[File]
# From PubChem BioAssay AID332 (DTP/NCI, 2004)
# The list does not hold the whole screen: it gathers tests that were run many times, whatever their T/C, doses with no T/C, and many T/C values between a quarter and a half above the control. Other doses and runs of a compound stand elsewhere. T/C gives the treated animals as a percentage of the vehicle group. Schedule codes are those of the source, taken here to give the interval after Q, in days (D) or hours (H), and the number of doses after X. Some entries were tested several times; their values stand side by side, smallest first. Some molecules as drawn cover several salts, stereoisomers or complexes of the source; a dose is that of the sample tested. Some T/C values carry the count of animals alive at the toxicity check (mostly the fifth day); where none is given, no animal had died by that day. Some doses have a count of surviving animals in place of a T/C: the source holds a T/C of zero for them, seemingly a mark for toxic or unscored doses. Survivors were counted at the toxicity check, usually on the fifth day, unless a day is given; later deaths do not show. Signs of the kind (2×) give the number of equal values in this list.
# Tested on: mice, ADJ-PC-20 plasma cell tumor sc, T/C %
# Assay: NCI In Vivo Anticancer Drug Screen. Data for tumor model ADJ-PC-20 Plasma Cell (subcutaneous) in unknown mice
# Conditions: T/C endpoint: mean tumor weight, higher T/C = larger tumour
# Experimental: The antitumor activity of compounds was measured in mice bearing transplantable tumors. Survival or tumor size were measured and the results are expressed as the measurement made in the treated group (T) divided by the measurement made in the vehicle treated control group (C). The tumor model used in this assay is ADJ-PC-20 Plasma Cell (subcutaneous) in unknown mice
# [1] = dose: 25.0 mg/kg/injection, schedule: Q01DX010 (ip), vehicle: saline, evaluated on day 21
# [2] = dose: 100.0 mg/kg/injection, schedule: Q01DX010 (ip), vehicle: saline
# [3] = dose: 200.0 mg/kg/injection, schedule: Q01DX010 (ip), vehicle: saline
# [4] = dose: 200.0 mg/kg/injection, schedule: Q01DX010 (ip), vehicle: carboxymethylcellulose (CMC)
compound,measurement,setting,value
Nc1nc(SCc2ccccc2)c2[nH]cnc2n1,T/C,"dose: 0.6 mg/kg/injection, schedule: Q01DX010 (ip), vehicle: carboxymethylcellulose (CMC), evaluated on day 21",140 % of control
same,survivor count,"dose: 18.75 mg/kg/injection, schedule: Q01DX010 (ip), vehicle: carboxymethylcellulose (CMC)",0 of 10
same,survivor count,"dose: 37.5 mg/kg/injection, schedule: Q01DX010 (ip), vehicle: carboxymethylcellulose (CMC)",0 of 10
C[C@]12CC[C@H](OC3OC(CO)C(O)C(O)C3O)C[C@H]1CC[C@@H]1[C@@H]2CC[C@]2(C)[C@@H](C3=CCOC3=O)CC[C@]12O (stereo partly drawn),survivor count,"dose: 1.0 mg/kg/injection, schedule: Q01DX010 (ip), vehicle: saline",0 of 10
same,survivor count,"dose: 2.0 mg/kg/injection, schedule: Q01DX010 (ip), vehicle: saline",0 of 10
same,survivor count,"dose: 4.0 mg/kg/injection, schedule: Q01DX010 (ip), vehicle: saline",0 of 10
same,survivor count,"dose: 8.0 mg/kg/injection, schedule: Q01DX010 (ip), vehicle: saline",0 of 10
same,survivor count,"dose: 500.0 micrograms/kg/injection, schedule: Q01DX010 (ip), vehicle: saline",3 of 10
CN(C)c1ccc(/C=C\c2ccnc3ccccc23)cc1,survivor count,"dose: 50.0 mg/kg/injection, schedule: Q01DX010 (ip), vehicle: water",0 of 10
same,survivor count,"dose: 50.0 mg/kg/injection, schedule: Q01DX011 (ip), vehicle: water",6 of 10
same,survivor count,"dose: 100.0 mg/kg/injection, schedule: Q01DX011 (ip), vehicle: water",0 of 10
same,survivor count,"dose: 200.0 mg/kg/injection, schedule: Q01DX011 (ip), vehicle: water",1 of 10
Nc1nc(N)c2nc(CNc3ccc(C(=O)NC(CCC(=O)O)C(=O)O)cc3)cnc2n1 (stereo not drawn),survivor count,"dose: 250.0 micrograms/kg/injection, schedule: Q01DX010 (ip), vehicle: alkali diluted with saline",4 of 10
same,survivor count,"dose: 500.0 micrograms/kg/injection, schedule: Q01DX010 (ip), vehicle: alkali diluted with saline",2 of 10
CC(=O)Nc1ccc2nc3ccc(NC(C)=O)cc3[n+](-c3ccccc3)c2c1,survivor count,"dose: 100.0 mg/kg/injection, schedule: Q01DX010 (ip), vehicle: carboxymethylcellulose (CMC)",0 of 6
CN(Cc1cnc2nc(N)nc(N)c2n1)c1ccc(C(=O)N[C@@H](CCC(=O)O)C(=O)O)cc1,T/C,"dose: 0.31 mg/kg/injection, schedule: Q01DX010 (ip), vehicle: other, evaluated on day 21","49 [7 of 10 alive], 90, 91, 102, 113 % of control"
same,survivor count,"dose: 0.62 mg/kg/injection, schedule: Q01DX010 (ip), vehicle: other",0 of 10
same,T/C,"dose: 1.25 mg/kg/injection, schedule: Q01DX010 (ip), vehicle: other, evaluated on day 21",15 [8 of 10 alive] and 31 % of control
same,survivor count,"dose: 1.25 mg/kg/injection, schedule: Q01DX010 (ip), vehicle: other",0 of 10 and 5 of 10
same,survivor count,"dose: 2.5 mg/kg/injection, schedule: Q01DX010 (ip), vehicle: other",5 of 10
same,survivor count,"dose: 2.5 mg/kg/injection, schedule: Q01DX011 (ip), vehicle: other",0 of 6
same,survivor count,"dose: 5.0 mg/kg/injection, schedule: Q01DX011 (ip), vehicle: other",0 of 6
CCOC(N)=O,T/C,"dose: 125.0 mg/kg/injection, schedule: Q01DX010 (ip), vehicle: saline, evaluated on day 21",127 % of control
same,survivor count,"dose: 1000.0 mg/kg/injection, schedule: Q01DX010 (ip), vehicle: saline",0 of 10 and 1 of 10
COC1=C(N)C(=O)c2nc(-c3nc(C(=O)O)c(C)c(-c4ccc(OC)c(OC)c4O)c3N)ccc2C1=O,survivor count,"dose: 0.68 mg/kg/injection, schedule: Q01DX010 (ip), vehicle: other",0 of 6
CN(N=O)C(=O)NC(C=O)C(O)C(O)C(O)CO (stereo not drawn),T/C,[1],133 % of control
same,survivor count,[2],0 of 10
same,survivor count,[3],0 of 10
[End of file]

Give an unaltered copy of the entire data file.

# From PubChem BioAssay AID332 (DTP/NCI, 2004)
# The list does not hold the whole screen: it gathers tests that were run many times, whatever their T/C, doses with no T/C, and many T/C values between a quarter and a half above the control. Other doses and runs of a compound stand elsewhere. T/C gives the treated animals as a percentage of the vehicle group. Schedule codes are those of the source, taken here to give the interval after Q, in days (D) or hours (H), and the number of doses after X. Some entries were tested several times; their values stand side by side, smallest first. Some molecules as drawn cover several salts, stereoisomers or complexes of the source; a dose is that of the sample tested. Some T/C values carry the count of animals alive at the toxicity check (mostly the fifth day); where none is given, no animal had died by that day. Some doses have a count of surviving animals in place of a T/C: the source holds a T/C of zero for them, seemingly a mark for toxic or unscored doses. Survivors were counted at the toxicity check, usually on the fifth day, unless a day is given; later deaths do not show. Signs of the kind (2×) give the number of equal values in this list.
# Tested on: mice, ADJ-PC-20 plasma cell tumor sc, T/C %
# Assay: NCI In Vivo Anticancer Drug Screen. Data for tumor model ADJ-PC-20 Plasma Cell (subcutaneous) in unknown mice
# Conditions: T/C endpoint: mean tumor weight, higher T/C = larger tumour
# Experimental: The antitumor activity of compounds was measured in mice bearing transplantable tumors. Survival or tumor size were measured and the results are expressed as the measurement made in the treated group (T) divided by the measurement made in the vehicle treated control group (C). The tumor model used in this assay is ADJ-PC-20 Plasma Cell (subcutaneous) in unknown mice
# [1] = dose: 25.0 mg/kg/injection, schedule: Q01DX010 (ip), vehicle: saline, evaluated on day 21
# [2] = dose: 100.0 mg/kg/injection, schedule: Q01DX010 (ip), vehicle: saline
# [3] = dose: 200.0 mg/kg/injection, schedule: Q01DX010 (ip), vehicle: saline
# [4] = dose: 200.0 mg/kg/injection, schedule: Q01DX010 (ip), vehicle: carboxymethylcellulose (CMC)
compound,measurement,setting,value
Nc1nc(SCc2ccccc2)c2[nH]cnc2n1,T/C,"dose: 0.6 mg/kg/injection, schedule: Q01DX010 (ip), vehicle: carboxymethylcellulose (CMC), evaluated on day 21",140 % of control
same,survivor count,"dose: 18.75 mg/kg/injection, schedule: Q01DX010 (ip), vehicle: carboxymethylcellulose (CMC)",0 of 10
same,survivor count,"dose: 37.5 mg/kg/injection, schedule: Q01DX010 (ip), vehicle: carboxymethylcellulose (CMC)",0 of 10
C[C@]12CC[C@H](OC3OC(CO)C(O)C(O)C3O)C[C@H]1CC[C@@H]1[C@@H]2CC[C@]2(C)[C@@H](C3=CCOC3=O)CC[C@]12O (stereo partly drawn),survivor count,"dose: 1.0 mg/kg/injection, schedule: Q01DX010 (ip), vehicle: saline",0 of 10
same,survivor count,"dose: 2.0 mg/kg/injection, schedule: Q01DX010 (ip), vehicle: saline",0 of 10
same,survivor count,"dose: 4.0 mg/kg/injection, schedule: Q01DX010 (ip), vehicle: saline",0 of 10
same,survivor count,"dose: 8.0 mg/kg/injection, schedule: Q01DX010 (ip), vehicle: saline",0 of 10
same,survivor count,"dose: 500.0 micrograms/kg/injection, schedule: Q01DX010 (ip), vehicle: saline",3 of 10
CN(C)c1ccc(/C=C\c2ccnc3ccccc23)cc1,survivor count,"dose: 50.0 mg/kg/injection, schedule: Q01DX010 (ip), vehicle: water",0 of 10
same,survivor count,"dose: 50.0 mg/kg/injection, schedule: Q01DX011 (ip), vehicle: water",6 of 10
same,survivor count,"dose: 100.0 mg/kg/injection, schedule: Q01DX011 (ip), vehicle: water",0 of 10
same,survivor count,"dose: 200.0 mg/kg/injection, schedule: Q01DX011 (ip), vehicle: water",1 of 10
Nc1nc(N)c2nc(CNc3ccc(C(=O)NC(CCC(=O)O)C(=O)O)cc3)cnc2n1 (stereo not drawn),survivor count,"dose: 250.0 micrograms/kg/injection, schedule: Q01DX010 (ip), vehicle: alkali diluted with saline",4 of 10
same,survivor count,"dose: 500.0 micrograms/kg/injection, schedule: Q01DX010 (ip), vehicle: alkali diluted with saline",2 of 10
CC(=O)Nc1ccc2nc3ccc(NC(C)=O)cc3[n+](-c3ccccc3)c2c1,survivor count,"dose: 100.0 mg/kg/injection, schedule: Q01DX010 (ip), vehicle: carboxymethylcellulose (CMC)",0 of 6
CN(Cc1cnc2nc(N)nc(N)c2n1)c1ccc(C(=O)N[C@@H](CCC(=O)O)C(=O)O)cc1,T/C,"dose: 0.31 mg/kg/injection, schedule: Q01DX010 (ip), vehicle: other, evaluated on day 21","49 [7 of 10 alive], 90, 91, 102, 113 % of control"
same,survivor count,"dose: 0.62 mg/kg/injection, schedule: Q01DX010 (ip), vehicle: other",0 of 10
same,T/C,"dose: 1.25 mg/kg/injection, schedule: Q01DX010 (ip), vehicle: other, evaluated on day 21",15 [8 of 10 alive] and 31 % of control
same,survivor count,"dose: 1.25 mg/kg/injection, schedule: Q01DX010 (ip), vehicle: other",0 of 10 and 5 of 10
same,survivor count,"dose: 2.5 mg/kg/injection, schedule: Q01DX010 (ip), vehicle: other",5 of 10
same,survivor count,"dose: 2.5 mg/kg/injection, schedule: Q01DX011 (ip), vehicle: other",0 of 6
same,survivor count,"dose: 5.0 mg/kg/injection, schedule: Q01DX011 (ip), vehicle: other",0 of 6
CCOC(N)=O,T/C,"dose: 125.0 mg/kg/injection, schedule: Q01DX010 (ip), vehicle: saline, evaluated on day 21",127 % of control
same,survivor count,"dose: 1000.0 mg/kg/injection, schedule: Q01DX010 (ip), vehicle: saline",0 of 10 and 1 of 10
COC1=C(N)C(=O)c2nc(-c3nc(C(=O)O)c(C)c(-c4ccc(OC)c(OC)c4O)c3N)ccc2C1=O,survivor count,"dose: 0.68 mg/kg/injection, schedule: Q01DX010 (ip), vehicle: other",0 of 6
CN(N=O)C(=O)NC(C=O)C(O)C(O)C(O)CO (stereo not drawn),T/C,[1],133 % of control
same,survivor count,[2],0 of 10
same,survivor count,[3],0 of 10